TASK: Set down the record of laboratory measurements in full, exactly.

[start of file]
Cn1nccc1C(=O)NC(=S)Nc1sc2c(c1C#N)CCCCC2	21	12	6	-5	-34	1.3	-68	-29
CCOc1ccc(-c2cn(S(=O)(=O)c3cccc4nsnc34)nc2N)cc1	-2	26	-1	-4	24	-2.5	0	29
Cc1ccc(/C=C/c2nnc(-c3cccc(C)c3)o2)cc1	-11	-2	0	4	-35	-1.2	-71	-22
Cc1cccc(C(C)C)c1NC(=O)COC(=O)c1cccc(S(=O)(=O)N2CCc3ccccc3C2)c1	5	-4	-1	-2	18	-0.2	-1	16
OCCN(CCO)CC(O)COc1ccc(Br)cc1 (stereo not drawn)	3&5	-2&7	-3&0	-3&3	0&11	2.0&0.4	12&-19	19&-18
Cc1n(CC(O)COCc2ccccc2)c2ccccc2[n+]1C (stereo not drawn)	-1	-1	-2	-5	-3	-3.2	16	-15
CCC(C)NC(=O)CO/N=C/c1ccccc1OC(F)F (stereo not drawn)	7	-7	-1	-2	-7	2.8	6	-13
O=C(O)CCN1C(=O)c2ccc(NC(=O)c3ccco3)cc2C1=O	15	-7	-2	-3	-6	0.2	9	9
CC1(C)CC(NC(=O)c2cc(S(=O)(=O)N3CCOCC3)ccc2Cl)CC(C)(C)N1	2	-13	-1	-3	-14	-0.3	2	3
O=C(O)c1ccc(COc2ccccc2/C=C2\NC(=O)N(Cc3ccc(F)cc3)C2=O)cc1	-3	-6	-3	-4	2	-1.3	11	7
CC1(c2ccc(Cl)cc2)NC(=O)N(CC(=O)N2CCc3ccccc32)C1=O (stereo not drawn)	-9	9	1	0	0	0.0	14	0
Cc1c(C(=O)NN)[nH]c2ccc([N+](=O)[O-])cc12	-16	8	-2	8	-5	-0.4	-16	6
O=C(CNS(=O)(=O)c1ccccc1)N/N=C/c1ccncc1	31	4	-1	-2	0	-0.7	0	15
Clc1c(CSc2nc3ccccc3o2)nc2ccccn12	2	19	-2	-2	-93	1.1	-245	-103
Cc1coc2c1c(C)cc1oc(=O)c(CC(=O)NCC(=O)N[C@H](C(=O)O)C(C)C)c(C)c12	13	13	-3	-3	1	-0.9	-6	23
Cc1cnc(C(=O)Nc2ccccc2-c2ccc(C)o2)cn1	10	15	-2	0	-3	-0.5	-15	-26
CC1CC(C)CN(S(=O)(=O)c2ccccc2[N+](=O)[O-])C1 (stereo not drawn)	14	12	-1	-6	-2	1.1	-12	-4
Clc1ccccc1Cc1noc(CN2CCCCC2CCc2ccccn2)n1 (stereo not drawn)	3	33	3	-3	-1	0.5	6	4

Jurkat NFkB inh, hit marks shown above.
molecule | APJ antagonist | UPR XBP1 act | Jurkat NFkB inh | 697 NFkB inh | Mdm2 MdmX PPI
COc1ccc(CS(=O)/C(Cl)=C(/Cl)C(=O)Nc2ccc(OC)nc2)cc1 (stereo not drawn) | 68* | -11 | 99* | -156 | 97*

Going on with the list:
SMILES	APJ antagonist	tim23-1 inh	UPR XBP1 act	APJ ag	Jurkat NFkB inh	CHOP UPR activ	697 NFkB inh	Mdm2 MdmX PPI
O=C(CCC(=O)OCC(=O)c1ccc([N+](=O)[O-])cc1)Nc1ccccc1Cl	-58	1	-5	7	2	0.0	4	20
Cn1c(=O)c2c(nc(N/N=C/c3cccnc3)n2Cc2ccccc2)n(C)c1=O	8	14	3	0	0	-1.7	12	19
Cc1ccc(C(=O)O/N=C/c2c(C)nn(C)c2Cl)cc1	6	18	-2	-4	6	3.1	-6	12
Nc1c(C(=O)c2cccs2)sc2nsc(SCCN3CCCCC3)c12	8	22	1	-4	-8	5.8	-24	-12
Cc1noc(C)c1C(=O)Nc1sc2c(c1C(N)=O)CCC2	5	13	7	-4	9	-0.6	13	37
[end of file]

Cn1nccc1C(=O)NC(=S)Nc1sc2c(c1C#N)CCCCC2	21	12	6	-5	-34	1.3	-68	-29
CCOc1ccc(-c2cn(S(=O)(=O)c3cccc4nsnc34)nc2N)cc1	-2	26	-1	-4	24	-2.5	0	29
Cc1ccc(/C=C/c2nnc(-c3cccc(C)c3)o2)cc1	-11	-2	0	4	-35	-1.2	-71	-22
Cc1cccc(C(C)C)c1NC(=O)COC(=O)c1cccc(S(=O)(=O)N2CCc3ccccc3C2)c1	5	-4	-1	-2	18	-0.2	-1	16
OCCN(CCO)CC(O)COc1ccc(Br)cc1 (stereo not drawn)	3&5	-2&7	-3&0	-3&3	0&11	2.0&0.4	12&-19	19&-18
Cc1n(CC(O)COCc2ccccc2)c2ccccc2[n+]1C (stereo not drawn)	-1	-1	-2	-5	-3	-3.2	16	-15
CCC(C)NC(=O)CO/N=C/c1ccccc1OC(F)F (stereo not drawn)	7	-7	-1	-2	-7	2.8	6	-13
O=C(O)CCN1C(=O)c2ccc(NC(=O)c3ccco3)cc2C1=O	15	-7	-2	-3	-6	0.2	9	9
CC1(C)CC(NC(=O)c2cc(S(=O)(=O)N3CCOCC3)ccc2Cl)CC(C)(C)N1	2	-13	-1	-3	-14	-0.3	2	3
O=C(O)c1ccc(COc2ccccc2/C=C2\NC(=O)N(Cc3ccc(F)cc3)C2=O)cc1	-3	-6	-3	-4	2	-1.3	11	7
CC1(c2ccc(Cl)cc2)NC(=O)N(CC(=O)N2CCc3ccccc32)C1=O (stereo not drawn)	-9	9	1	0	0	0.0	14	0
Cc1c(C(=O)NN)[nH]c2ccc([N+](=O)[O-])cc12	-16	8	-2	8	-5	-0.4	-16	6
O=C(CNS(=O)(=O)c1ccccc1)N/N=C/c1ccncc1	31	4	-1	-2	0	-0.7	0	15
Clc1c(CSc2nc3ccccc3o2)nc2ccccn12	2	19	-2	-2	-93	1.1	-245	-103
Cc1coc2c1c(C)cc1oc(=O)c(CC(=O)NCC(=O)N[C@H](C(=O)O)C(C)C)c(C)c12	13	13	-3	-3	1	-0.9	-6	23
Cc1cnc(C(=O)Nc2ccccc2-c2ccc(C)o2)cn1	10	15	-2	0	-3	-0.5	-15	-26
CC1CC(C)CN(S(=O)(=O)c2ccccc2[N+](=O)[O-])C1 (stereo not drawn)	14	12	-1	-6	-2	1.1	-12	-4
Clc1ccccc1Cc1noc(CN2CCCCC2CCc2ccccn2)n1 (stereo not drawn)	3	33	3	-3	-1	0.5	6	4

Jurkat NFkB inh, hit marks shown above.
molecule | APJ antagonist | UPR XBP1 act | Jurkat NFkB inh | 697 NFkB inh | Mdm2 MdmX PPI
COc1ccc(CS(=O)/C(Cl)=C(/Cl)C(=O)Nc2ccc(OC)nc2)cc1 (stereo not drawn) | 68* | -11 | 99* | -156 | 97*

Going on with the list:
SMILES	APJ antagonist	tim23-1 inh	UPR XBP1 act	APJ ag	Jurkat NFkB inh	CHOP UPR activ	697 NFkB inh	Mdm2 MdmX PPI
O=C(CCC(=O)OCC(=O)c1ccc([N+](=O)[O-])cc1)Nc1ccccc1Cl	-58	1	-5	7	2	0.0	4	20
Cn1c(=O)c2c(nc(N/N=C/c3cccnc3)n2Cc2ccccc2)n(C)c1=O	8	14	3	0	0	-1.7	12	19
Cc1ccc(C(=O)O/N=C/c2c(C)nn(C)c2Cl)cc1	6	18	-2	-4	6	3.1	-6	12
Nc1c(C(=O)c2cccs2)sc2nsc(SCCN3CCCCC3)c12	8	22	1	-4	-8	5.8	-24	-12
Cc1noc(C)c1C(=O)Nc1sc2c(c1C(N)=O)CCC2	5	13	7	-4	9	-0.6	13	37